A watch crystal is a transparent cover that protects the watch face. Note that, coincidently, the word “crystal” is also used to denote the tiny piece of quartz that serves as an oscillator in a quartz watch. These two types of crystals have nothing to do with each other. The latter is usually called a “Quartz Crystal” to prevent confusion.
They can be made of any of three materials:
- Plexiglass (a clear, lightweight type of plastic)
- ordinary glass as used in windows, and usually referred to in the watch business a “Mineral Glass”
- synthetic Sapphire
Some crystals are made of both mineral and sapphire glass. Seiko for example, makes some watches with crystals made of mineral glass covered with a layer of synthetic sapphire. Seiko call this composite material “Sapphlex.”
Plexiglas, as you would expect, is the least expensive. It is also the least likely to shatter and the most likely to become scratched. Mineral glass, even though a tempering process has hardened it, is more likely to break than a Plexiglass. But it is also more scratch-resistant. Synthetic sapphire is the most expensive glass crystal material and the most scratch resistant. Because it is so hard, it is also brittle, and shatters more easily than mineral or Plexiglas.
It is a very hard, transparent material made by crystallizing aluminum oxide at very high temperatures. Chemically, synthetic sapphire is the same as the natural sapphire used in jewelry, but without the coloring agents that give the gemstone its various hues. When it is heated, the synthetic sapphire forms round masses that are sliced into pieces with diamond-coated saws. These disks are then ground and polished into watch crystals. (One reason sapphire crystals are relatively expensive is that the tools required to make them are costly.) Sapphire (whether natural or synthetic) is one of the hardest substances on earth. It measures 9 on the Mohs scale, which is a system for rating the relative hardness of various materials. (Diamonds measure 10, the highest rating.) Watch crystals made of synthetic sapphire are often marketed as “scratch resistant”, meaning they are very difficult-but not impossible to scratch. Diamonds can scratch them; so can man-made materials that incorporate silicon carbide, with a Mohs rating of between 9 and 10, is, like diamond, harder than sapphire. These materials are sometimes used to make simulated-stone surfaces for furniture or walls. The watch wearer should note that accidentally scraping a sapphire crystal against such a surface could cause a scratch.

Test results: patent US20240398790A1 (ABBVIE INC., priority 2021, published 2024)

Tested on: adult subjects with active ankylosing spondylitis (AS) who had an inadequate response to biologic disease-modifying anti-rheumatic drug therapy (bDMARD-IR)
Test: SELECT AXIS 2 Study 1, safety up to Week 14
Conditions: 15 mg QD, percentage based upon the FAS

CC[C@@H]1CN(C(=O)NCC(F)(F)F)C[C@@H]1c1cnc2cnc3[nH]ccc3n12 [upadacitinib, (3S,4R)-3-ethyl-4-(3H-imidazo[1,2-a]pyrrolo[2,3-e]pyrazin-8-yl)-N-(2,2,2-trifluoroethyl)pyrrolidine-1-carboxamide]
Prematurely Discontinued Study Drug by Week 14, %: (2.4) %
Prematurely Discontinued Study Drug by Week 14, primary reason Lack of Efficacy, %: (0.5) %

No. Mineral glass and sapphire generally look the same. A sure way to tell them apart is with a scratch test. “You would not be very popular if you have to take a new watch from a showcase and do a scratch test on it.” A steel knife or screwdriver will scratch a mineral glass but not a sapphire.
No. Synthetic sapphire was invented in the 19th century and first used for watch crystals in the 1960s. Now really all high-end watch brands use synthetic crystals in at least some or their models.
No. Some mineral-glass crystals are also marketed as “scratch resistant.” These crystals have a hard coating that makes them less likely to get scratched.
All are French words that refer to the shape of the crystal. “Lunette” simply means round-like a full moon (lune means “moon” in French). Bombé, Chevé, and Boule all means concave, or dome-shaped. There are other words used to describe watch-crystals shapes. A “raised” crystal is flat on top but dome in the center. “Shaped crystals” are any that are not circular. Rectangles, square and ovals being the most common.
This type of crystal has been coated on one side or both sides with a substance that makes it easier to read the dial of the watch in direct sunlight. One interesting feature of these crystals is that is has a distinctive tint to it. At they use it often in most models.
Consumers can expect to pay anything from R80 to R160 for a plexi glass to more that R600 for Synthetic sapphire one. (At Omega, Rolex and other top-end brands, for example, synthetic sapphire crystals range from R600-R1200. In general, the more expensive the watch the more you will pay for a crystal replacement.